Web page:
Still not fully fueled, the Hellcat with the name “Minsi III” was pushed back into position as the pilots of Fighting 15 emerged onto the flight deck from their ready room below and manned their planes. In minutes, seven R-2800 engines coughed, then roared to life.

Air Group 15’s commanding officer, Commander David McCampbell, one of the leading aces in the Pacific Theater, had been forbidden to fly offensive fighter missions by no less than Rear Admiral Frederick C. “Ted” Sherman, commander of Task Group 38.3 of Admiral William “Bull” Halsey’s famed Third Fleet. As commander of the air group, McCampbell was informed that his skills were needed for leading the fighters, dive-bombers, and torpedo bombers in attacks against Japanese forces. His status as a leading ace was considered embarrassing by higher commanders, who felt that he had been avoiding his responsibilities to the group while in pursuit of his individual score. Today, this minute, his skills as a fighter pilot were needed as never before for a defensive mission.

With only six other Hellcats ready for launch, McCampbell and his wingman, Lieutenant (j.g.) Roy Rushing, prepared to defend the task force. Essex turned into the wind in the Philippine Sea, one hundred and fifty miles east of Luzon and north of Samar.

The launch officer’s hand spun faster and faster above his head as McCampbell and Rushing advanced their throttles and stood on their brakes. And then the launch signal was given.

The two aircraft sped down the deck, one after the other, and lifted off, retracting their landing gear as they turned to the west and pulled up into a maximum-rate climb toward the building clouds in the sky above. Behind them, the next two Hellcats were already speeding down the deck as two more moved into launch position. The first wave of Japanese attackers was only twenty-two miles distant.

Following the direction of Lieutenant John Connally, the Essex fighter direction officer (FDO), the Hellcats strained for altitude among the halls formed by billowing cumulo-nimbus clouds over the blue Pacific. Soon the distant dots of the incoming enemy warplanes popped into view around the clouds and resolved themselves as dive-bombers protected by fighters.

Unaware that the other five Hellcats had fallen behind, McCampbell ordered them to take on the bombers while he and Rushing went for the escorting fighters. McCampbell and Rushing were right now the sole defense of the task force below.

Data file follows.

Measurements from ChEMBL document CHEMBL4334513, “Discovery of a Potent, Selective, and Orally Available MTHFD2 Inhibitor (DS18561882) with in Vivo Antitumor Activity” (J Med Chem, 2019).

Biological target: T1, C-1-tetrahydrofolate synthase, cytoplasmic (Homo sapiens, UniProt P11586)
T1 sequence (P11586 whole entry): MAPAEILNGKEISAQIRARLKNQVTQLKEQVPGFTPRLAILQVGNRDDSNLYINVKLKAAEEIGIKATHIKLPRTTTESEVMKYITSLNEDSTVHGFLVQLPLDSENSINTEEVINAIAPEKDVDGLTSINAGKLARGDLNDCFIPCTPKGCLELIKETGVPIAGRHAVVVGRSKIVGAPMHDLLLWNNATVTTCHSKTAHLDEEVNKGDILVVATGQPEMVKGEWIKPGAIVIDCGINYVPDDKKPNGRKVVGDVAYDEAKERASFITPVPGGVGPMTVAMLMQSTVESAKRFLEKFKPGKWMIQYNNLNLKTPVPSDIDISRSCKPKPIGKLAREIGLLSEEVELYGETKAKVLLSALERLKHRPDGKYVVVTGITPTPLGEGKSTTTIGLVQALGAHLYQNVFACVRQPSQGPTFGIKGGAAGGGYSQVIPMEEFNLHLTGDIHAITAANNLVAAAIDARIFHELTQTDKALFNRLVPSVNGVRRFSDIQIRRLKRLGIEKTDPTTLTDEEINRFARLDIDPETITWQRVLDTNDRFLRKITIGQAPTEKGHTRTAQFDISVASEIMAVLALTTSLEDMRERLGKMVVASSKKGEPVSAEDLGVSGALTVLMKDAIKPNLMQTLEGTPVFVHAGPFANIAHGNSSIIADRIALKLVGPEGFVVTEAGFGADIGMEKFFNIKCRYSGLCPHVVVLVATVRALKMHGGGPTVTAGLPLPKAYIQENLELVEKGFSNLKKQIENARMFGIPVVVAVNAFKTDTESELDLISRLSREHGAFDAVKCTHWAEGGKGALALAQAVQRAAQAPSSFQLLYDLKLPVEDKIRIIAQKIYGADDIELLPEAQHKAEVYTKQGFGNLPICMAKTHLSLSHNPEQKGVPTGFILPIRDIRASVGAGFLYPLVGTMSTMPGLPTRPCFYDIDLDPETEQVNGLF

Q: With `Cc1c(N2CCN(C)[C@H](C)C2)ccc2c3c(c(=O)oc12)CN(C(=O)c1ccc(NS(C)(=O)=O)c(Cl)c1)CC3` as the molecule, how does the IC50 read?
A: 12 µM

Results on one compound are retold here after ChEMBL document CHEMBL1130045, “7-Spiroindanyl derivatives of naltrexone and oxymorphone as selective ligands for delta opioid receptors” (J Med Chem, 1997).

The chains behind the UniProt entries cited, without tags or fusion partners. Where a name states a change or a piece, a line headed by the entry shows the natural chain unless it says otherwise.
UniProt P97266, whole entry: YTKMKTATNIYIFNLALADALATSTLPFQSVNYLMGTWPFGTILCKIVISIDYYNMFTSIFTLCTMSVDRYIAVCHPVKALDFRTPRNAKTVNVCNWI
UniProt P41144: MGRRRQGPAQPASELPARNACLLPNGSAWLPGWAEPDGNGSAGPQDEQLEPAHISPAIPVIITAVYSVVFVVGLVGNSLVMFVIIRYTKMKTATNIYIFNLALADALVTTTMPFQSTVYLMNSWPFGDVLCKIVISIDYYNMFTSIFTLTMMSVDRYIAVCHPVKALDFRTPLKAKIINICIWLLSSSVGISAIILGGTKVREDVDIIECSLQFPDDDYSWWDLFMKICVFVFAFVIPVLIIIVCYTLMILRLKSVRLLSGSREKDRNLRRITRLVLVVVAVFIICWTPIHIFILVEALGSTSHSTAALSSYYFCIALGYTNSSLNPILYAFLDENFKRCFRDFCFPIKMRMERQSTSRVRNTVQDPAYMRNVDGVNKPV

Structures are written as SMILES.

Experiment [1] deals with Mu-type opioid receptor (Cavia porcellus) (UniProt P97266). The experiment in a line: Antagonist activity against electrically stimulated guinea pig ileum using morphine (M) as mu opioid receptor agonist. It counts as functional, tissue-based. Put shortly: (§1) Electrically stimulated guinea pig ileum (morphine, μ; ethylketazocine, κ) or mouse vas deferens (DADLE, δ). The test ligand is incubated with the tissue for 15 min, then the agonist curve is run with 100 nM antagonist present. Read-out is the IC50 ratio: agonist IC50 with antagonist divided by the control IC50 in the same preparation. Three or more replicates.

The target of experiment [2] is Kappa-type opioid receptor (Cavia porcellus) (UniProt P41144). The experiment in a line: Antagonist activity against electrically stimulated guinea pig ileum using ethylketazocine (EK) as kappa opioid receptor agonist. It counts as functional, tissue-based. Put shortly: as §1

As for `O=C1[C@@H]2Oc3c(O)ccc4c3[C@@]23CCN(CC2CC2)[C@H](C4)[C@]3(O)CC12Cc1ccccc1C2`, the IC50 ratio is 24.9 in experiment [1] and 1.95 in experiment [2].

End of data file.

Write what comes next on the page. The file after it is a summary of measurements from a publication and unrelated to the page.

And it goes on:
Surprised by the appearance of the Americans, the leading enemy fighters turned away, which allowed the two Hellcats to climb on up to 30,000 feet. McCampbell studied the formation through binoculars and counted forty land-based fighters: Zekes, Tonys, Hamps, and Oscars, a strangely mixed formation of Imperial Army and Imperial Navy fighters in a formation of three “vees.” (Note: It was common throughout the war for American pilots to misidentify the similarly configured navy A6M Zero and the army Ki-43 Hayabusa, known as Oscar; Japanese army and navy aircraft seldom, if ever, flew in the same formation, leading to the conclusion these were all Zeros and the Imperial Army Ki-61 Tony fighters were misidentified, a common event in combat.)

When McCampbell radioed for help, Fighter Director Connally informed him, “There is none.”

As McCampbell banked into a dive, followed by Rushing, he lined up on one of the fighters at the end of the formation. The Hellcat’s six .50-caliber machine guns spat out thumb-size bullets. The aim of the navy’s gunnery champion of 1940 was true, and the Japanese fighter exploded. A second explosion marked Rushing’s victory.

A second overhead pass resulted in the explosion of McCampbell’s second target, a Hamp. (Note: The Hamp was a sub-type of the Zero).

As the two Hellcats zoomed up for a third overhead pass, McCampbell was amazed to look over his shoulder and see the Japanese formation bend to the right as all thirty-seven enemy fighters took up a defensive Lufbery circle.

McCampbell responded with two unsuccessful head-on attacks. As the two dark-blue Hellcats zoomed again for altitude, the Japanese formation broke and headed back toward Luzon. McCampbell dove and, from a distance of nine hundred feet, took out target number three. As well, Rushing’s second score exploded in flames.

The Japanese doggedly maintained their course, making no effort to combat the attacking duo.

On McCampbell’s next pass, gunfire coming from behind forced him to break off his attack. As he pulled up, he saw a Hellcat that was answering the call for help flash past, shooting too close to him. A few choice words over the radio straightened things out.

As the enemy steadfastly refused to engage, McCampbell realized he could relax and take his time with what was virtually a gunnery exercise. He even found time to engage his habit of turning off the oxygen and lighting a cigarette. As he considered the situation, he realized he still had most of his ammo.

The battle became more a gunnery flight than air combat as McCampbell focused on identifying his targets carefully and perfecting his gunnery passes. The next was a Zeke, which flamed for kill number four while Rushing scored his third. After several more passes, Rushing radioed he was out of ammo but would stay while McCampbell used up his.